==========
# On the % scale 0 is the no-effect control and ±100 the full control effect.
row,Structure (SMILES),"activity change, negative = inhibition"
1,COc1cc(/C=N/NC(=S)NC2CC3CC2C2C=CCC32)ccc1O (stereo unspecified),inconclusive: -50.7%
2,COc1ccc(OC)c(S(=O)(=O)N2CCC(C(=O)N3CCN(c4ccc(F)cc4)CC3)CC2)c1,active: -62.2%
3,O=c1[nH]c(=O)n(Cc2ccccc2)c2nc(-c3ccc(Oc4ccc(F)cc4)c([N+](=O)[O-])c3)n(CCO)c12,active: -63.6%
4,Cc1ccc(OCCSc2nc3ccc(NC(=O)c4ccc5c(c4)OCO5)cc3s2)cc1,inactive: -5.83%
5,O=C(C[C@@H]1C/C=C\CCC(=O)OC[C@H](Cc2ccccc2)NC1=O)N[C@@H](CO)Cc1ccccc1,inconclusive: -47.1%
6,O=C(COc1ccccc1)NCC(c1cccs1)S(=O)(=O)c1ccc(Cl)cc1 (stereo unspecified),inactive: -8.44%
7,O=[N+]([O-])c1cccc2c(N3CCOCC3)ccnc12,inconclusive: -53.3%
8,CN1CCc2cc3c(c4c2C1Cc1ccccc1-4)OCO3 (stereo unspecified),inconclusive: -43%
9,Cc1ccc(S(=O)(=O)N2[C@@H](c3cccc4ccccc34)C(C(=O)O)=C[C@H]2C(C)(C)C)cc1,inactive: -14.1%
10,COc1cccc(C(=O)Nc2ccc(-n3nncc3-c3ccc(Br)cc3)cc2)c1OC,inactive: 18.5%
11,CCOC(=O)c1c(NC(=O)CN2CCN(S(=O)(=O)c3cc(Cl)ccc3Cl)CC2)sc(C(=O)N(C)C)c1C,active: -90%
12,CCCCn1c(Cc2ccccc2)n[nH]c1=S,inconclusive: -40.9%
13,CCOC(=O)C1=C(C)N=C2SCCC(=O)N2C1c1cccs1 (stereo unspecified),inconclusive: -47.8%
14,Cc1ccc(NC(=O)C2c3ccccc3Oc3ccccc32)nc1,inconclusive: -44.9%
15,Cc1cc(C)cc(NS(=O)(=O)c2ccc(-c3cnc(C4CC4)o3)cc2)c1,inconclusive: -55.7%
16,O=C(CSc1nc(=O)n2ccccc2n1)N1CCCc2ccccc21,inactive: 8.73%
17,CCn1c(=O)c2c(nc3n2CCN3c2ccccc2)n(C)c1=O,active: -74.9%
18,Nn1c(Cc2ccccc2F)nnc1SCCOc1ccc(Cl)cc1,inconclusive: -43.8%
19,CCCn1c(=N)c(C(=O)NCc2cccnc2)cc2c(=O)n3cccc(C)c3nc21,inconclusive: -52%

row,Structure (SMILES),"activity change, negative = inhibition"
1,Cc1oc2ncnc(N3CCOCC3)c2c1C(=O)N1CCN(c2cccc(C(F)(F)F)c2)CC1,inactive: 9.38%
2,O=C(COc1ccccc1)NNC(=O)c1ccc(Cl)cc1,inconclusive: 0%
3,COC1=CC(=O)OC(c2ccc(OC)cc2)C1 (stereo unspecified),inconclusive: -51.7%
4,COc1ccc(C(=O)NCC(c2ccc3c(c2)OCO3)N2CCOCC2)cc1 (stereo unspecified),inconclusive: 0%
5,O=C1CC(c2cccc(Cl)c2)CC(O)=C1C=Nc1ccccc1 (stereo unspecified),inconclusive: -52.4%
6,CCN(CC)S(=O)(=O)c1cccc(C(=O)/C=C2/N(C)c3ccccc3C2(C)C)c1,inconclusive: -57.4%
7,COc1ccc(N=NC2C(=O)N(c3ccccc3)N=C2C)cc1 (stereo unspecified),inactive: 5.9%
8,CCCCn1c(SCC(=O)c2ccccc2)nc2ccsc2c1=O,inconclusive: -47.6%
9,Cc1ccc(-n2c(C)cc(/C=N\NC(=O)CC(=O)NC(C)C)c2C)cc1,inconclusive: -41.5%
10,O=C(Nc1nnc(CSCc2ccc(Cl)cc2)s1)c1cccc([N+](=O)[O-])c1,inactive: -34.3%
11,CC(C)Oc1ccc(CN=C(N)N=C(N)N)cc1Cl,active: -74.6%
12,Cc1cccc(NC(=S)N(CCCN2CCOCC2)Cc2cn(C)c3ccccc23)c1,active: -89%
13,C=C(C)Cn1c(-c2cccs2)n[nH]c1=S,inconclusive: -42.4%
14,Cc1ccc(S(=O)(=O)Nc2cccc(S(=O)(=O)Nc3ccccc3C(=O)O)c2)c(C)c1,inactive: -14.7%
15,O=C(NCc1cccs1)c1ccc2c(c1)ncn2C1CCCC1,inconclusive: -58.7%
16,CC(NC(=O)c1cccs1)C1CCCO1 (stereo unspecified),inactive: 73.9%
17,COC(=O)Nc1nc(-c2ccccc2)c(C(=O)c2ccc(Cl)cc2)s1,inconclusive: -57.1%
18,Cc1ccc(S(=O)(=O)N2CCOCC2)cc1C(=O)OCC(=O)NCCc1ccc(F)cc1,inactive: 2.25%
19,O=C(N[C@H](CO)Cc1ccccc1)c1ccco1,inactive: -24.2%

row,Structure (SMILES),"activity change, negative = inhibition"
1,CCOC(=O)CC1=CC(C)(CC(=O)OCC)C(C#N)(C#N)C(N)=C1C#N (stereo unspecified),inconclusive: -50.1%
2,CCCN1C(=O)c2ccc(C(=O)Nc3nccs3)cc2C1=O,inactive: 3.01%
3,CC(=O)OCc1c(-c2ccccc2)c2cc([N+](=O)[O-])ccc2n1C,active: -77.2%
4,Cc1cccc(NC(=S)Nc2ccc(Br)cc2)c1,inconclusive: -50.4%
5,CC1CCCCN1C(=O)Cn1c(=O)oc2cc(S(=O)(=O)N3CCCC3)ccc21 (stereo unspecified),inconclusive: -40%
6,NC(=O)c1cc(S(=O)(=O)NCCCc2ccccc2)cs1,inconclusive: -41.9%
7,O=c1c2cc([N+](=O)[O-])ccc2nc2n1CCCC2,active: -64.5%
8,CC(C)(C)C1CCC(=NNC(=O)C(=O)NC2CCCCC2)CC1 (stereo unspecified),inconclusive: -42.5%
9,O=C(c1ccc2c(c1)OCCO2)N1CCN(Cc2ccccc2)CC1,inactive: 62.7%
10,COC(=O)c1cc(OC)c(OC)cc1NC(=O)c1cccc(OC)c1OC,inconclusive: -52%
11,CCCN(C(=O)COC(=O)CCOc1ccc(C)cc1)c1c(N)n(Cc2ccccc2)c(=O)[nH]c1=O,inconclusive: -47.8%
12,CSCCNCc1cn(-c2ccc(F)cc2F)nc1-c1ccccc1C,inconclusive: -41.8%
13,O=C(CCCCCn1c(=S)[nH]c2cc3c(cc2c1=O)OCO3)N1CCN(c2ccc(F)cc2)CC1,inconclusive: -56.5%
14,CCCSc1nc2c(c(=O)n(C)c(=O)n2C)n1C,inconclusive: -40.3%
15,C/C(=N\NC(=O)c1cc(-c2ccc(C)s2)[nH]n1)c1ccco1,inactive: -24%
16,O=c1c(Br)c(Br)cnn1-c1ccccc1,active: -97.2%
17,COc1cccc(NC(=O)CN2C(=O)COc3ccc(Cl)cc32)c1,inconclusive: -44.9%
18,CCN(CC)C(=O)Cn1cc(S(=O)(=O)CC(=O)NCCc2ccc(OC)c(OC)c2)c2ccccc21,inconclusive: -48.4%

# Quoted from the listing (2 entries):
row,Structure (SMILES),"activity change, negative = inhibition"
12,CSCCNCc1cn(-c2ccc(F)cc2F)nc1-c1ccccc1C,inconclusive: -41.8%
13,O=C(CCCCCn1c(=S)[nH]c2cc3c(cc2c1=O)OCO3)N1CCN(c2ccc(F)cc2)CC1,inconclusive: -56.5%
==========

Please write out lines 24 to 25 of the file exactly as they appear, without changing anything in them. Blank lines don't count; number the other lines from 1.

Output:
2,O=C(COc1ccccc1)NNC(=O)c1ccc(Cl)cc1,inconclusive: 0%
3,COC1=CC(=O)OC(c2ccc(OC)cc2)C1 (stereo unspecified),inconclusive: -51.7%